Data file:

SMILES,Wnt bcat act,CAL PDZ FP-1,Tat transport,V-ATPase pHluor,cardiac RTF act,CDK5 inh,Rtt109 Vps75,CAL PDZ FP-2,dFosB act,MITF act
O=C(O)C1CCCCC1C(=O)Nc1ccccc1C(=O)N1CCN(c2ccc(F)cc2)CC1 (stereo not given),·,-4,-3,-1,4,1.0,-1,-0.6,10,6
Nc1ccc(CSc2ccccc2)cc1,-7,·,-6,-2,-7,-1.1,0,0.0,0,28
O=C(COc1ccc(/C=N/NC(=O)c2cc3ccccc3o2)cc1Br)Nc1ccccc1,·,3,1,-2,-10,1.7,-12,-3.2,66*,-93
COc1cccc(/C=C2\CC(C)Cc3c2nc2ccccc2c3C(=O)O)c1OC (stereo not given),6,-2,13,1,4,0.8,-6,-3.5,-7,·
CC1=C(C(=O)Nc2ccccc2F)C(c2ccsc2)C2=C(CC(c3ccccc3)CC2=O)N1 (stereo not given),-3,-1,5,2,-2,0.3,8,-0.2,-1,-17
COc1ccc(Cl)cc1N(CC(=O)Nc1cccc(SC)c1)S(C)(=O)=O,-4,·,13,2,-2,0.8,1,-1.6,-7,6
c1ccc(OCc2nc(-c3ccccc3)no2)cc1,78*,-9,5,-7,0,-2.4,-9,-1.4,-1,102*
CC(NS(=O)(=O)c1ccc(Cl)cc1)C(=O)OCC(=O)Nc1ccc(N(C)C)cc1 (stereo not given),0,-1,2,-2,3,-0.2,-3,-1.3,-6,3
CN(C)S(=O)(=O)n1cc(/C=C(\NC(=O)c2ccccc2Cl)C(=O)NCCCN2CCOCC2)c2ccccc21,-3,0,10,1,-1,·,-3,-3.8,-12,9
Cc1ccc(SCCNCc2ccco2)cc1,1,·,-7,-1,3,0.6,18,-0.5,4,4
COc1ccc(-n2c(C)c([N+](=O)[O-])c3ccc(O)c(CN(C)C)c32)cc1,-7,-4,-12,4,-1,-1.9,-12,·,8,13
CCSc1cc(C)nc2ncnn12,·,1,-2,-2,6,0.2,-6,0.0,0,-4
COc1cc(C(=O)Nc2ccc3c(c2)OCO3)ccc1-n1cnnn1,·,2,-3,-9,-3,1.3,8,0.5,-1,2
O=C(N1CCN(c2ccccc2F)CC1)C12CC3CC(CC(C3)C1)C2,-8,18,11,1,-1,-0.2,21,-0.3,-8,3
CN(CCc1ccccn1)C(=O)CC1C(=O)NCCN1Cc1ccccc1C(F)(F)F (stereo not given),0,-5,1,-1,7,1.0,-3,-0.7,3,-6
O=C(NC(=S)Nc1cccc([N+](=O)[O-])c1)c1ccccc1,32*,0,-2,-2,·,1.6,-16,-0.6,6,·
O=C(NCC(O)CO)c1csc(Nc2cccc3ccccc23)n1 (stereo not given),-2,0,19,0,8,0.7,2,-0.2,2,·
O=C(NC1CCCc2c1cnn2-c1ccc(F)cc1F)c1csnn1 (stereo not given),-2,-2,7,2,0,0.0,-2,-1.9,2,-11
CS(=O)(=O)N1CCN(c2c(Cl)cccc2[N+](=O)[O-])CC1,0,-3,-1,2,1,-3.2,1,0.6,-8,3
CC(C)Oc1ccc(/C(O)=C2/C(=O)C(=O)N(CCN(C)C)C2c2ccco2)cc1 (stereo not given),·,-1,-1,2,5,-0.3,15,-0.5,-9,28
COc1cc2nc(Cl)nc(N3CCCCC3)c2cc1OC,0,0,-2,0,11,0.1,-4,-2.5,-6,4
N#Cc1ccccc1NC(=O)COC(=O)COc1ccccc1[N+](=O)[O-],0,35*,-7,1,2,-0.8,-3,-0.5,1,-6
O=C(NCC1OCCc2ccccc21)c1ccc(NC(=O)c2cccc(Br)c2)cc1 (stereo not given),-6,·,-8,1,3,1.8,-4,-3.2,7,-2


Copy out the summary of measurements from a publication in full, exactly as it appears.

SMILES,Wnt bcat act,CAL PDZ FP-1,Tat transport,V-ATPase pHluor,cardiac RTF act,CDK5 inh,Rtt109 Vps75,CAL PDZ FP-2,dFosB act,MITF act
O=C(O)C1CCCCC1C(=O)Nc1ccccc1C(=O)N1CCN(c2ccc(F)cc2)CC1 (stereo not given),·,-4,-3,-1,4,1.0,-1,-0.6,10,6
Nc1ccc(CSc2ccccc2)cc1,-7,·,-6,-2,-7,-1.1,0,0.0,0,28
O=C(COc1ccc(/C=N/NC(=O)c2cc3ccccc3o2)cc1Br)Nc1ccccc1,·,3,1,-2,-10,1.7,-12,-3.2,66*,-93
COc1cccc(/C=C2\CC(C)Cc3c2nc2ccccc2c3C(=O)O)c1OC (stereo not given),6,-2,13,1,4,0.8,-6,-3.5,-7,·
CC1=C(C(=O)Nc2ccccc2F)C(c2ccsc2)C2=C(CC(c3ccccc3)CC2=O)N1 (stereo not given),-3,-1,5,2,-2,0.3,8,-0.2,-1,-17
COc1ccc(Cl)cc1N(CC(=O)Nc1cccc(SC)c1)S(C)(=O)=O,-4,·,13,2,-2,0.8,1,-1.6,-7,6
c1ccc(OCc2nc(-c3ccccc3)no2)cc1,78*,-9,5,-7,0,-2.4,-9,-1.4,-1,102*
CC(NS(=O)(=O)c1ccc(Cl)cc1)C(=O)OCC(=O)Nc1ccc(N(C)C)cc1 (stereo not given),0,-1,2,-2,3,-0.2,-3,-1.3,-6,3
CN(C)S(=O)(=O)n1cc(/C=C(\NC(=O)c2ccccc2Cl)C(=O)NCCCN2CCOCC2)c2ccccc21,-3,0,10,1,-1,·,-3,-3.8,-12,9
Cc1ccc(SCCNCc2ccco2)cc1,1,·,-7,-1,3,0.6,18,-0.5,4,4
COc1ccc(-n2c(C)c([N+](=O)[O-])c3ccc(O)c(CN(C)C)c32)cc1,-7,-4,-12,4,-1,-1.9,-12,·,8,13
CCSc1cc(C)nc2ncnn12,·,1,-2,-2,6,0.2,-6,0.0,0,-4
COc1cc(C(=O)Nc2ccc3c(c2)OCO3)ccc1-n1cnnn1,·,2,-3,-9,-3,1.3,8,0.5,-1,2
O=C(N1CCN(c2ccccc2F)CC1)C12CC3CC(CC(C3)C1)C2,-8,18,11,1,-1,-0.2,21,-0.3,-8,3
CN(CCc1ccccn1)C(=O)CC1C(=O)NCCN1Cc1ccccc1C(F)(F)F (stereo not given),0,-5,1,-1,7,1.0,-3,-0.7,3,-6
O=C(NC(=S)Nc1cccc([N+](=O)[O-])c1)c1ccccc1,32*,0,-2,-2,·,1.6,-16,-0.6,6,·
O=C(NCC(O)CO)c1csc(Nc2cccc3ccccc23)n1 (stereo not given),-2,0,19,0,8,0.7,2,-0.2,2,·
O=C(NC1CCCc2c1cnn2-c1ccc(F)cc1F)c1csnn1 (stereo not given),-2,-2,7,2,0,0.0,-2,-1.9,2,-11
CS(=O)(=O)N1CCN(c2c(Cl)cccc2[N+](=O)[O-])CC1,0,-3,-1,2,1,-3.2,1,0.6,-8,3
CC(C)Oc1ccc(/C(O)=C2/C(=O)C(=O)N(CCN(C)C)C2c2ccco2)cc1 (stereo not given),·,-1,-1,2,5,-0.3,15,-0.5,-9,28
COc1cc2nc(Cl)nc(N3CCCCC3)c2cc1OC,0,0,-2,0,11,0.1,-4,-2.5,-6,4
N#Cc1ccccc1NC(=O)COC(=O)COc1ccccc1[N+](=O)[O-],0,35*,-7,1,2,-0.8,-3,-0.5,1,-6
O=C(NCC1OCCc2ccccc21)c1ccc(NC(=O)c2cccc(Br)c2)cc1 (stereo not given),-6,·,-8,1,3,1.8,-4,-3.2,7,-2